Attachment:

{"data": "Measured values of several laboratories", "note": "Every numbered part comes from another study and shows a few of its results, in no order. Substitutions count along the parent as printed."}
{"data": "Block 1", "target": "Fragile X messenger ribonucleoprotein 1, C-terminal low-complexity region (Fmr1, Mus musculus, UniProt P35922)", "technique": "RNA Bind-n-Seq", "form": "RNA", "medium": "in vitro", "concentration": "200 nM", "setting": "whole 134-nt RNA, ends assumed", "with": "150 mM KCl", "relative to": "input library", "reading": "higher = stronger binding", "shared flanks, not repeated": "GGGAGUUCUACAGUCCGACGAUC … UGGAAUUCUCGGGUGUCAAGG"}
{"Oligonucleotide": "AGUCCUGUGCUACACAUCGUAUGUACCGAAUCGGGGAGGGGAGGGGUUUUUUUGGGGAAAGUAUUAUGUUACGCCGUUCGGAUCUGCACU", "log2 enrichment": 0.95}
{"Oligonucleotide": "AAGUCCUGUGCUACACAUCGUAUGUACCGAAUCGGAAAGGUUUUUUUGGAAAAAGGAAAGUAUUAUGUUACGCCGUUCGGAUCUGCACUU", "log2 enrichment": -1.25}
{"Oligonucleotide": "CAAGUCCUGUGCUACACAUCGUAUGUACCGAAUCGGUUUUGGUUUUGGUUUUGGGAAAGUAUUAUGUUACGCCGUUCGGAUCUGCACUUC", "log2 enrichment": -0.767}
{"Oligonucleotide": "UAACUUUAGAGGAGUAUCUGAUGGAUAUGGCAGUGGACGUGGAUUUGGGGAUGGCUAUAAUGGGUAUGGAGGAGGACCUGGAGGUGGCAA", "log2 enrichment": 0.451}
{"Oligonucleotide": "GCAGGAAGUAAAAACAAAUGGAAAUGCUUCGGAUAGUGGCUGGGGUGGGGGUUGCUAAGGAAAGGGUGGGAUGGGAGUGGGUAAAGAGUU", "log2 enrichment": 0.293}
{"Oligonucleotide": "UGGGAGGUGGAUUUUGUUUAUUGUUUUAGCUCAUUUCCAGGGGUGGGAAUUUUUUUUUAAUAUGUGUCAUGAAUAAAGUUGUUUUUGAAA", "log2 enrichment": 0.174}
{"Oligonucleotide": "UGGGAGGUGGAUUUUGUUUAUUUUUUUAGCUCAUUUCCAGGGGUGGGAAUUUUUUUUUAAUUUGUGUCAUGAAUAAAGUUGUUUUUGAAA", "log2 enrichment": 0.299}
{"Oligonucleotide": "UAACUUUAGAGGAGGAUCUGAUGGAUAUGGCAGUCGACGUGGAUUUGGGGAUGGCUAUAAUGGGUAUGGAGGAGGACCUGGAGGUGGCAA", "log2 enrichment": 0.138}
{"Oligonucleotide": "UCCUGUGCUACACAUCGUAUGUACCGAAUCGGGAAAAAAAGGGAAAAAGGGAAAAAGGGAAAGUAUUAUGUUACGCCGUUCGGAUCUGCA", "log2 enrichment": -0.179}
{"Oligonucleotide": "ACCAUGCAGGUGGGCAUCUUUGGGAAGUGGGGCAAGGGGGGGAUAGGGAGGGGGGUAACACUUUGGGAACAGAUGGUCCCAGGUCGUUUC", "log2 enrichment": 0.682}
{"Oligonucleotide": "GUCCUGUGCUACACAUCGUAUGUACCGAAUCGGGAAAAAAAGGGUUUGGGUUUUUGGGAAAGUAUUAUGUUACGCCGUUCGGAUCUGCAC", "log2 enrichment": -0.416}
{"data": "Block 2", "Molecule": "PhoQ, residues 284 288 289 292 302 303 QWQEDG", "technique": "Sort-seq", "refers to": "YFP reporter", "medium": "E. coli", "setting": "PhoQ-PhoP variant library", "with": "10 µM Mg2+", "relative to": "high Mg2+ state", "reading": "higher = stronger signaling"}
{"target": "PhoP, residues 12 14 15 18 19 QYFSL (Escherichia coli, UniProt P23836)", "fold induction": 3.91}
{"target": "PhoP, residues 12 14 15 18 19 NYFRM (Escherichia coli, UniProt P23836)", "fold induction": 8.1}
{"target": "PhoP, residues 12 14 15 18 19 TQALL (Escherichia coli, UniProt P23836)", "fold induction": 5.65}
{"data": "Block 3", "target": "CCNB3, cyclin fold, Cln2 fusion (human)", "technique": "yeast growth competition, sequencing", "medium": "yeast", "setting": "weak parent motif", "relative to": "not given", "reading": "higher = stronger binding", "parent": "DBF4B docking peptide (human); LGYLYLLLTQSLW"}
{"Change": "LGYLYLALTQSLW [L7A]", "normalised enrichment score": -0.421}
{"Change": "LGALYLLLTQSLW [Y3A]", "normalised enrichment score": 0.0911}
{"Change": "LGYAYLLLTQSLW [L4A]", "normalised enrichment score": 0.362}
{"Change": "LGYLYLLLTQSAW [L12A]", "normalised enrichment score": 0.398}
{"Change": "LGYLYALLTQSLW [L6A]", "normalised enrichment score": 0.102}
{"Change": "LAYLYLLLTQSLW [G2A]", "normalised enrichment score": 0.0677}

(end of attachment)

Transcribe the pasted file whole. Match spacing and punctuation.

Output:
{"data": "Measured values of several laboratories", "note": "Every numbered part comes from another study and shows a few of its results, in no order. Substitutions count along the parent as printed."}
{"data": "Block 1", "target": "Fragile X messenger ribonucleoprotein 1, C-terminal low-complexity region (Fmr1, Mus musculus, UniProt P35922)", "technique": "RNA Bind-n-Seq", "form": "RNA", "medium": "in vitro", "concentration": "200 nM", "setting": "whole 134-nt RNA, ends assumed", "with": "150 mM KCl", "relative to": "input library", "reading": "higher = stronger binding", "shared flanks, not repeated": "GGGAGUUCUACAGUCCGACGAUC … UGGAAUUCUCGGGUGUCAAGG"}
{"Oligonucleotide": "AGUCCUGUGCUACACAUCGUAUGUACCGAAUCGGGGAGGGGAGGGGUUUUUUUGGGGAAAGUAUUAUGUUACGCCGUUCGGAUCUGCACU", "log2 enrichment": 0.95}
{"Oligonucleotide": "AAGUCCUGUGCUACACAUCGUAUGUACCGAAUCGGAAAGGUUUUUUUGGAAAAAGGAAAGUAUUAUGUUACGCCGUUCGGAUCUGCACUU", "log2 enrichment": -1.25}
{"Oligonucleotide": "CAAGUCCUGUGCUACACAUCGUAUGUACCGAAUCGGUUUUGGUUUUGGUUUUGGGAAAGUAUUAUGUUACGCCGUUCGGAUCUGCACUUC", "log2 enrichment": -0.767}
{"Oligonucleotide": "UAACUUUAGAGGAGUAUCUGAUGGAUAUGGCAGUGGACGUGGAUUUGGGGAUGGCUAUAAUGGGUAUGGAGGAGGACCUGGAGGUGGCAA", "log2 enrichment": 0.451}
{"Oligonucleotide": "GCAGGAAGUAAAAACAAAUGGAAAUGCUUCGGAUAGUGGCUGGGGUGGGGGUUGCUAAGGAAAGGGUGGGAUGGGAGUGGGUAAAGAGUU", "log2 enrichment": 0.293}
{"Oligonucleotide": "UGGGAGGUGGAUUUUGUUUAUUGUUUUAGCUCAUUUCCAGGGGUGGGAAUUUUUUUUUAAUAUGUGUCAUGAAUAAAGUUGUUUUUGAAA", "log2 enrichment": 0.174}
{"Oligonucleotide": "UGGGAGGUGGAUUUUGUUUAUUUUUUUAGCUCAUUUCCAGGGGUGGGAAUUUUUUUUUAAUUUGUGUCAUGAAUAAAGUUGUUUUUGAAA", "log2 enrichment": 0.299}
{"Oligonucleotide": "UAACUUUAGAGGAGGAUCUGAUGGAUAUGGCAGUCGACGUGGAUUUGGGGAUGGCUAUAAUGGGUAUGGAGGAGGACCUGGAGGUGGCAA", "log2 enrichment": 0.138}
{"Oligonucleotide": "UCCUGUGCUACACAUCGUAUGUACCGAAUCGGGAAAAAAAGGGAAAAAGGGAAAAAGGGAAAGUAUUAUGUUACGCCGUUCGGAUCUGCA", "log2 enrichment": -0.179}
{"Oligonucleotide": "ACCAUGCAGGUGGGCAUCUUUGGGAAGUGGGGCAAGGGGGGGAUAGGGAGGGGGGUAACACUUUGGGAACAGAUGGUCCCAGGUCGUUUC", "log2 enrichment": 0.682}
{"Oligonucleotide": "GUCCUGUGCUACACAUCGUAUGUACCGAAUCGGGAAAAAAAGGGUUUGGGUUUUUGGGAAAGUAUUAUGUUACGCCGUUCGGAUCUGCAC", "log2 enrichment": -0.416}
{"data": "Block 2", "Molecule": "PhoQ, residues 284 288 289 292 302 303 QWQEDG", "technique": "Sort-seq", "refers to": "YFP reporter", "medium": "E. coli", "setting": "PhoQ-PhoP variant library", "with": "10 µM Mg2+", "relative to": "high Mg2+ state", "reading": "higher = stronger signaling"}
{"target": "PhoP, residues 12 14 15 18 19 QYFSL (Escherichia coli, UniProt P23836)", "fold induction": 3.91}
{"target": "PhoP, residues 12 14 15 18 19 NYFRM (Escherichia coli, UniProt P23836)", "fold induction": 8.1}
{"target": "PhoP, residues 12 14 15 18 19 TQALL (Escherichia coli, UniProt P23836)", "fold induction": 5.65}
{"data": "Block 3", "target": "CCNB3, cyclin fold, Cln2 fusion (human)", "technique": "yeast growth competition, sequencing", "medium": "yeast", "setting": "weak parent motif", "relative to": "not given", "reading": "higher = stronger binding", "parent": "DBF4B docking peptide (human); LGYLYLLLTQSLW"}
{"Change": "LGYLYLALTQSLW [L7A]", "normalised enrichment score": -0.421}
{"Change": "LGALYLLLTQSLW [Y3A]", "normalised enrichment score": 0.0911}
{"Change": "LGYAYLLLTQSLW [L4A]", "normalised enrichment score": 0.362}
{"Change": "LGYLYLLLTQSAW [L12A]", "normalised enrichment score": 0.398}
{"Change": "LGYLYALLTQSLW [L6A]", "normalised enrichment score": 0.102}
{"Change": "LAYLYLLLTQSLW [G2A]", "normalised enrichment score": 0.0677}